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Consumer confidence cools further in January

The economic and labour market situation, both now and in the future are the major reasons for the continued fall in confidence.

The Present Situation and Expectations indices also fell to 23 and 51 respectively. However, following the steep increase in December, the Spending Index remained static at 83 during the month, perhaps still supported by price reductions on the high street and the latest cut in the Bank Rate.

Fionnuala Earley, Nationwide’s chief economist, said: “It is no surprise that consumer confidence weakened again in January, given official figures now show the UK fell into recession at the end of 2008.

“Growing concerns about the economy have been added to by further reports of job losses and this is clearly affecting consumers’ views of the present and future economic and employment situation. Over the coming months we expect consumers to remain cautious as they take stock of how these economic conditions will impact on them and we would not expect to see a significant improvement in confidence until there is greater certainty about economic recovery.”

Of those questioned during January, 82% believed the current economic situation to be bad compared with just a quarter (25%) during the same month in 2008. More than two-thirds (67%) now think there will be few jobs available in six months’ time, double the amount of those believing this in January 2008 (32%). While these figures make grim reading, they are by no means unexpected given the current economic climate.

Frozen credit markets, the weakening housing market, an increase in redundancies and a number of high-profile firms facing administration have all been instrumental in eroding confidence in the economic and employment situation.

A turn-around in economic conditions is unlikely to happen very soon, but actions taken by the Bank of England and the Treasury could begin to restore stability and confidence to the banking sector.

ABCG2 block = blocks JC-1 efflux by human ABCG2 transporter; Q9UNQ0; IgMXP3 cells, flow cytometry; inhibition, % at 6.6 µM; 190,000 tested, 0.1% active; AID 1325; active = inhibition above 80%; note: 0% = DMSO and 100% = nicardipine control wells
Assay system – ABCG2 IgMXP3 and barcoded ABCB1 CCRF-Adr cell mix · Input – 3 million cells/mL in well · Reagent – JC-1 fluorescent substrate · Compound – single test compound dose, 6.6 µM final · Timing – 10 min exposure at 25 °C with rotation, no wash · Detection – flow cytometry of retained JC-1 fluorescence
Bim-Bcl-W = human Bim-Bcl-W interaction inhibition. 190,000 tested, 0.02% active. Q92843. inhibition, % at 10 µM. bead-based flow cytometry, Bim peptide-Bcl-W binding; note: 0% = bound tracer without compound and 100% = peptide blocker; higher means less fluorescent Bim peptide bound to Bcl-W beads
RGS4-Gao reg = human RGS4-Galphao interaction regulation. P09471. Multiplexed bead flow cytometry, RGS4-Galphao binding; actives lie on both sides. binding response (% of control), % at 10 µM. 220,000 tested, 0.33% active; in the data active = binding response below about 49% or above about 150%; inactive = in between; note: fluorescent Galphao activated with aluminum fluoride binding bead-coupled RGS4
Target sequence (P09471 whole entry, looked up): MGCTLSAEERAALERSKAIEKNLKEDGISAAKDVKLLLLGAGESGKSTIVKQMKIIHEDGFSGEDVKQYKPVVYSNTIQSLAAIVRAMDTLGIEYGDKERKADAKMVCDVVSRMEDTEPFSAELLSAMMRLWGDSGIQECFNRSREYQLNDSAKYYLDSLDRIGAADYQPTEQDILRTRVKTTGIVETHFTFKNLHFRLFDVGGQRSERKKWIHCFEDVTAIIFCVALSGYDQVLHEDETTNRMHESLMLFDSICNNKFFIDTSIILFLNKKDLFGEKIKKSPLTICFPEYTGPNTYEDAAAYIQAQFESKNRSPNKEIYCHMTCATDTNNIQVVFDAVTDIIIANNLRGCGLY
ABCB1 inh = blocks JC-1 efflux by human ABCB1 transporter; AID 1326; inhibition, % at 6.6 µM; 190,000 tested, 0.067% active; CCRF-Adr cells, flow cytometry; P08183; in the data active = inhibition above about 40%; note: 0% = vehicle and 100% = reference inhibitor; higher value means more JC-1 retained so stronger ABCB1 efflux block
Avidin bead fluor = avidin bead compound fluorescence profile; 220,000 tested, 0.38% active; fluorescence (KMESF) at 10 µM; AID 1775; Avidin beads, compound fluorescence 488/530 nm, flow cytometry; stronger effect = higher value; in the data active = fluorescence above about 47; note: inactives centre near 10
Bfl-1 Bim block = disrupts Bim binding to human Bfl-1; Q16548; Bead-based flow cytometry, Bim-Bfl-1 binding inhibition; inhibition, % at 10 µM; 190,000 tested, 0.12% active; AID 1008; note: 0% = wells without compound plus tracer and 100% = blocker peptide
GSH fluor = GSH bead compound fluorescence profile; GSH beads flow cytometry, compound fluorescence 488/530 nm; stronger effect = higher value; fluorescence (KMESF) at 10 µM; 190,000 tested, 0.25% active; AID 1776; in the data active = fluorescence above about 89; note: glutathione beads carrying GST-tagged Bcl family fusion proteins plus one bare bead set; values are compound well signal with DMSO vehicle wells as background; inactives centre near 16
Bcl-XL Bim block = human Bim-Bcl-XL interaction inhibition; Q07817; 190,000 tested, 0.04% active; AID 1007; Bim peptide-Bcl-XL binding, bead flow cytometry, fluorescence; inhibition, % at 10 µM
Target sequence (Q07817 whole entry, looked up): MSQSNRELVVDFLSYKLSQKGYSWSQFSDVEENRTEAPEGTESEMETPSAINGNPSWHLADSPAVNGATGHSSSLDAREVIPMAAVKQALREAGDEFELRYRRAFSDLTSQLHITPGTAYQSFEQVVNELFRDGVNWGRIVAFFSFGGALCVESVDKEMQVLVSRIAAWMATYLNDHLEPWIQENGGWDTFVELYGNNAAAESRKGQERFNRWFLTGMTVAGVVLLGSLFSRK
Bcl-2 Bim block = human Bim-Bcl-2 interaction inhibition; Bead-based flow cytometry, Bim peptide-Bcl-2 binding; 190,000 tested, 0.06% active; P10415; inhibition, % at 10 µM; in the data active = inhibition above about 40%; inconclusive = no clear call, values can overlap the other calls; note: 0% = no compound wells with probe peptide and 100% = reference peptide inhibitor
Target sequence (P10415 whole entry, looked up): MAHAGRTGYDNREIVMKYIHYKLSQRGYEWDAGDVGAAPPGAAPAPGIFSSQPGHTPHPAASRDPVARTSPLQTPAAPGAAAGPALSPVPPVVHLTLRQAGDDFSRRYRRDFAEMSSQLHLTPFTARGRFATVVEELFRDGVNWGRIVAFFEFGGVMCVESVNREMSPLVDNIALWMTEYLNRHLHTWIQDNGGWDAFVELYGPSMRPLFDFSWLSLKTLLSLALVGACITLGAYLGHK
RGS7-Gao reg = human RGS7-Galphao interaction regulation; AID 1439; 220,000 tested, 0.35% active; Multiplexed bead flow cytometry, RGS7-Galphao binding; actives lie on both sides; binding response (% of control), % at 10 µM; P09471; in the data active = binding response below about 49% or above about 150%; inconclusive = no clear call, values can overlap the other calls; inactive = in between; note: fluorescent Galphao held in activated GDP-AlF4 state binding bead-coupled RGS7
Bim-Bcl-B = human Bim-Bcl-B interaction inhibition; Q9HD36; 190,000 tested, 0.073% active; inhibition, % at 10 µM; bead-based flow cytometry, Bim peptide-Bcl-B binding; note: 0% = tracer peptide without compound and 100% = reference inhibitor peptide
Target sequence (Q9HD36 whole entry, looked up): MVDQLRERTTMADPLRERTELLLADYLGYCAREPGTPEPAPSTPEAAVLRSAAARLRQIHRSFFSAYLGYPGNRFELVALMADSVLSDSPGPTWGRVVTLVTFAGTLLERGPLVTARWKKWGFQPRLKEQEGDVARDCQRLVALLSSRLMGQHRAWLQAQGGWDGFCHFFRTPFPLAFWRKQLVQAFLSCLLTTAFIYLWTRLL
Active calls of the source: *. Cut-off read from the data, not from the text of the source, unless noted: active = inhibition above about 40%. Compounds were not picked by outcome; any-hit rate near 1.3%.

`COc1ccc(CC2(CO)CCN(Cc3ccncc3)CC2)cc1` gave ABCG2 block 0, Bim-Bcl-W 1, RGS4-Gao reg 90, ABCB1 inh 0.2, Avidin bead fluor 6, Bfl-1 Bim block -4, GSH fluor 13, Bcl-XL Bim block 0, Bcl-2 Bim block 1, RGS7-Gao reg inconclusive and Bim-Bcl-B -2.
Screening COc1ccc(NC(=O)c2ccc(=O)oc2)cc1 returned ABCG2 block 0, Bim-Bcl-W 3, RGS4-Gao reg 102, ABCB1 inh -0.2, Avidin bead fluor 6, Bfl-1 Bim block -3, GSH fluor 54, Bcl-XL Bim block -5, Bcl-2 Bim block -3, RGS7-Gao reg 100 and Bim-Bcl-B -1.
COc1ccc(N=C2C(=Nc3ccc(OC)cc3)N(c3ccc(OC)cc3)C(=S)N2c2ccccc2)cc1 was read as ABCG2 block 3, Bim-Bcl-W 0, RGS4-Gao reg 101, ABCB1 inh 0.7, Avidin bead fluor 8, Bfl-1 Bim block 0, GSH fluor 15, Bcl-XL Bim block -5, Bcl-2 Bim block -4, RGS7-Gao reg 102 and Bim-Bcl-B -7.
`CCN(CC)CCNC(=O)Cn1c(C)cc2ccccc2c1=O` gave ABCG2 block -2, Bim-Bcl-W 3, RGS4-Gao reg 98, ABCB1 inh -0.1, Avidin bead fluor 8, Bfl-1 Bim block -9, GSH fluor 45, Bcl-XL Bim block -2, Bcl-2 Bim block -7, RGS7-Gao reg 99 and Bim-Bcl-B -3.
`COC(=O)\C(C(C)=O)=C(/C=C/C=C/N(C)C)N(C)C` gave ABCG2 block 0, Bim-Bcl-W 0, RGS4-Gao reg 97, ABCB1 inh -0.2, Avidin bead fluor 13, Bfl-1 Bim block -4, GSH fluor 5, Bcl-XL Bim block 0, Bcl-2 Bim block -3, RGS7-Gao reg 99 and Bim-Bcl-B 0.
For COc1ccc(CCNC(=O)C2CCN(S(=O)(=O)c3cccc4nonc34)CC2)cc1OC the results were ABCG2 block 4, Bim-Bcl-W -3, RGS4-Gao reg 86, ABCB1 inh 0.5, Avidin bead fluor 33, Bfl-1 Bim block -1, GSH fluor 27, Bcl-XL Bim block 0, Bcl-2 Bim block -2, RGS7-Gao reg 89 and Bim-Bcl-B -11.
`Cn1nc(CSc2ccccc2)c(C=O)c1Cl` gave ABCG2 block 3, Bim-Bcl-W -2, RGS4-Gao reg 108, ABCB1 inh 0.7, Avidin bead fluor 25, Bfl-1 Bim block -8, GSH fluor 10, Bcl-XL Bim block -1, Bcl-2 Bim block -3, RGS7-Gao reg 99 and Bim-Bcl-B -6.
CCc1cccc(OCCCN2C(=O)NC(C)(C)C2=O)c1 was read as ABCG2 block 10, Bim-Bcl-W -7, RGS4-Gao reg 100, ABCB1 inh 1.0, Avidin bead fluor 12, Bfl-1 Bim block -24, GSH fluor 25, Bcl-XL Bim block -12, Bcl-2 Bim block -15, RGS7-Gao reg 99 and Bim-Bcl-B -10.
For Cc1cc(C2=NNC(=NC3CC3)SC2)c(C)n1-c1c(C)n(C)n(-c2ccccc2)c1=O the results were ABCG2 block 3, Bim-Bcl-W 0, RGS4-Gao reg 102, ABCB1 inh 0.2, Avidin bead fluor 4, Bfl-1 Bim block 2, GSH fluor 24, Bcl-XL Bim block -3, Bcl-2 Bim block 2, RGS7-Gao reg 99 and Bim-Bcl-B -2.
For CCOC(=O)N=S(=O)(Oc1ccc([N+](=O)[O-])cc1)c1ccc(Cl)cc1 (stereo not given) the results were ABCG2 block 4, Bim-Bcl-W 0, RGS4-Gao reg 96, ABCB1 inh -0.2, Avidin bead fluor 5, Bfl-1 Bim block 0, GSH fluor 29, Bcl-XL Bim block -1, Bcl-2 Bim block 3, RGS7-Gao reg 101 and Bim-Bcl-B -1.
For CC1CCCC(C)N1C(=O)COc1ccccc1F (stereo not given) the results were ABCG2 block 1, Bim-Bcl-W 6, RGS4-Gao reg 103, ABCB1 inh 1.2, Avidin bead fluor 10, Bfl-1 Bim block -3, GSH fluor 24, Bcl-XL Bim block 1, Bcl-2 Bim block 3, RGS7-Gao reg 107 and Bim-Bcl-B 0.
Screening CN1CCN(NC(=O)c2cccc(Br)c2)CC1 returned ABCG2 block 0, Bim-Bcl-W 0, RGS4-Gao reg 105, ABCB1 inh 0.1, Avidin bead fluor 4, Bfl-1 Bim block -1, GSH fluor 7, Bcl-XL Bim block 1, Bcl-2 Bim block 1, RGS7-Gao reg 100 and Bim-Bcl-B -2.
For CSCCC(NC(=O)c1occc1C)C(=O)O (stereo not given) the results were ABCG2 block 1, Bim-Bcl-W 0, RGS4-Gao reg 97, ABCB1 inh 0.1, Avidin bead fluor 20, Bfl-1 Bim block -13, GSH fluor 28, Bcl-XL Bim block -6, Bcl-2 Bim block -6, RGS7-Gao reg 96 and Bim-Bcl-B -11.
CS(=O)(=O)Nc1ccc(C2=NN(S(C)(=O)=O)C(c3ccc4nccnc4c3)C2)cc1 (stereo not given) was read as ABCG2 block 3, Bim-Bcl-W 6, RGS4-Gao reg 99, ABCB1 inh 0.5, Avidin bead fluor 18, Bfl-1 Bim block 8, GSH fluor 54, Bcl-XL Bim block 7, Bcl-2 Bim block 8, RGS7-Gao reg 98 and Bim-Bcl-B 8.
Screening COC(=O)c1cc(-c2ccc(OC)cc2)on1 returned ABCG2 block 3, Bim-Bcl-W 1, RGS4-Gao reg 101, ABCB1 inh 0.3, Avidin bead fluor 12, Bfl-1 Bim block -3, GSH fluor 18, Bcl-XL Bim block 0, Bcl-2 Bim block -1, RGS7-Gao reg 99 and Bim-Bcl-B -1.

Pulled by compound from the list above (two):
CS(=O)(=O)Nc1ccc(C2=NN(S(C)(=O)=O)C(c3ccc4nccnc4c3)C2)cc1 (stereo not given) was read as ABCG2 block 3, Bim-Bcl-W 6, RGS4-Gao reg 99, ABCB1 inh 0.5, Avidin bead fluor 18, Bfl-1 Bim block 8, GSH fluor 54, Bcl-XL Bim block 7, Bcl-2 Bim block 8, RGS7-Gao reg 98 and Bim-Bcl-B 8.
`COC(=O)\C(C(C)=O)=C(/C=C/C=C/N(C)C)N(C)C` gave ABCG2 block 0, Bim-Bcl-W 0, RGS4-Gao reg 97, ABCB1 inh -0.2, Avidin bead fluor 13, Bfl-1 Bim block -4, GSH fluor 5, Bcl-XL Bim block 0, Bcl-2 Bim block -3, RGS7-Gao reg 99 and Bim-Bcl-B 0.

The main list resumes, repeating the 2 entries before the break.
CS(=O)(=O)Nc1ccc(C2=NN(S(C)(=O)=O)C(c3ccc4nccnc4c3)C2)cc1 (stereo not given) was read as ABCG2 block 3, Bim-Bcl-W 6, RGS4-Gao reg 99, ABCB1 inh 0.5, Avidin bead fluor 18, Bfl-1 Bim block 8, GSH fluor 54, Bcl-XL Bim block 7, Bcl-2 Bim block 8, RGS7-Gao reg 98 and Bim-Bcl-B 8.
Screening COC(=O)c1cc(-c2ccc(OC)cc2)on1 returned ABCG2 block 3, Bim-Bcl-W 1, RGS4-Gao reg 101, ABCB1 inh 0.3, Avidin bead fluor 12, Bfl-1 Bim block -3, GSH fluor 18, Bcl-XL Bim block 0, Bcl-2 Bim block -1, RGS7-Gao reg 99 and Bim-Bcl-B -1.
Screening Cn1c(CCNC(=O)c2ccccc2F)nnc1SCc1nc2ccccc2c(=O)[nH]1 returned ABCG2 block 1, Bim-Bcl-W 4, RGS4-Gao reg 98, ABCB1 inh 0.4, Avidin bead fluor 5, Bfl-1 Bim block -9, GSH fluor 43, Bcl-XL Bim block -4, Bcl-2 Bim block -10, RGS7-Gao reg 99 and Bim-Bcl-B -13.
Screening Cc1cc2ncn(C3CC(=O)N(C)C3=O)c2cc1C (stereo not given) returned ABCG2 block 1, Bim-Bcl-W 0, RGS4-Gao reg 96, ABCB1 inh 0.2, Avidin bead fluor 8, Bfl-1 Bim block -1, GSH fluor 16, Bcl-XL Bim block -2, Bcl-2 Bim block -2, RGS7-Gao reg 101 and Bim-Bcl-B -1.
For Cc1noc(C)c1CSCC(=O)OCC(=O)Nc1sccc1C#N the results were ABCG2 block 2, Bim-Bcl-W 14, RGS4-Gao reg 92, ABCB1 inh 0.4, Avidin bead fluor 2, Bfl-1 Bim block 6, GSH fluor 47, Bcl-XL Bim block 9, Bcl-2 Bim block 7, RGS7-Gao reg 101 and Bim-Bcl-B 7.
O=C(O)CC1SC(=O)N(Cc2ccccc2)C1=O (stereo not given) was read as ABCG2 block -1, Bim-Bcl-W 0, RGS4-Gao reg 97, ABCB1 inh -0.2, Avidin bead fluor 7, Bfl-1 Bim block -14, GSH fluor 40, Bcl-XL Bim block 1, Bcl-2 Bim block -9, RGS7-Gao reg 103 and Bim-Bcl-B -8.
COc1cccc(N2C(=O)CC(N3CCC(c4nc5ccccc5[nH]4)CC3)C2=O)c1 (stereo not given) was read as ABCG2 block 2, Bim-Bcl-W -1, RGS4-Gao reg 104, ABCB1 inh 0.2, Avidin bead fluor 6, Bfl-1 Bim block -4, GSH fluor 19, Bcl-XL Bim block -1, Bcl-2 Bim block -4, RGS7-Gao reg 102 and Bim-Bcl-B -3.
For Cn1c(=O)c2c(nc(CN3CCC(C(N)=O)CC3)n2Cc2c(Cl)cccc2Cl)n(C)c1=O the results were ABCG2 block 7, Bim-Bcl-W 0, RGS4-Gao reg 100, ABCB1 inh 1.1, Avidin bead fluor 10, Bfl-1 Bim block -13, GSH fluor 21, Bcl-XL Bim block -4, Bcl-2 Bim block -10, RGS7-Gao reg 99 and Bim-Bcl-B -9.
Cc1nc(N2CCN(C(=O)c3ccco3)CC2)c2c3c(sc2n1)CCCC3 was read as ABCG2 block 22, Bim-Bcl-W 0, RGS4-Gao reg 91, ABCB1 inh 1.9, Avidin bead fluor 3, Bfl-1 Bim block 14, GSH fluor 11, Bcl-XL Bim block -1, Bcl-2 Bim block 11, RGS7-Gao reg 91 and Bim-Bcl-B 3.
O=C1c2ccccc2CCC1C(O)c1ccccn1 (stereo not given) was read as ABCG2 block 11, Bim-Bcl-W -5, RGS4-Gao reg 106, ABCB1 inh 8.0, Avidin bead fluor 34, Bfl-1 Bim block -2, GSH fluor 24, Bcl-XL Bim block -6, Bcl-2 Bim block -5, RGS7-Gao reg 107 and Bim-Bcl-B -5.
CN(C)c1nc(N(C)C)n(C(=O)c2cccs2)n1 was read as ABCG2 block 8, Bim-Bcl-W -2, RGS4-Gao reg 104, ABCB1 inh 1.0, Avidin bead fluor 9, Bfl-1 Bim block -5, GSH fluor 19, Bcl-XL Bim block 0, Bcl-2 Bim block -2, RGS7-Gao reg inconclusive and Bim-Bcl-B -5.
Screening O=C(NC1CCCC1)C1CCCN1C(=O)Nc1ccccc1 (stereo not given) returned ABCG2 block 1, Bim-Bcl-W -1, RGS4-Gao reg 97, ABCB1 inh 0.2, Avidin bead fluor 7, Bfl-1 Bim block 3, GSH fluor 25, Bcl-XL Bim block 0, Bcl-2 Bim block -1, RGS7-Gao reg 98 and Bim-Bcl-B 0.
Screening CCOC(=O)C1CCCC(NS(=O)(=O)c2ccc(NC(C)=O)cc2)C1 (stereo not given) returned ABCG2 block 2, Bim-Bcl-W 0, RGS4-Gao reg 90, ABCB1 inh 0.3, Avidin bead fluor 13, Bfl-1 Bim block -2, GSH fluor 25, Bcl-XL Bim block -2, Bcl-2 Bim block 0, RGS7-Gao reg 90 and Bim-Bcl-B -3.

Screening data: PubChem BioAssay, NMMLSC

In addition, cuts in interest rates and falling fuel and food costs are good news for consumers and might begin to make them feel better. However, with bigger things on their minds, these are unlikely to have a significant impact on overall confidence in the short term.

While overall confidence has been falling, the Spending Index has bucked the trend and tracked upwards for the last six months. At 83, it is now 46% higher than this time last year.

This is out of line with other data which suggests consumers would be tightening their belts. However, with the significant falls in the price of major purchases such as cars or houses, this may be reflecting their recognition that bargains are available if they are in a position to buy.

A third of people questioned in January 2009 believe that now is a good time to make a major purchase such as a house or car, compared to 13% in the same month last year. Half of consumers believe now is a good time to purchase white or brown goods (fridges, TVs etc) compared to 44% in January 2008.

Expectations about house prices over the next six months decreased in January. Consumers now expect prices to fall by 6.2% over the next six months, compared with 4.9% in December.

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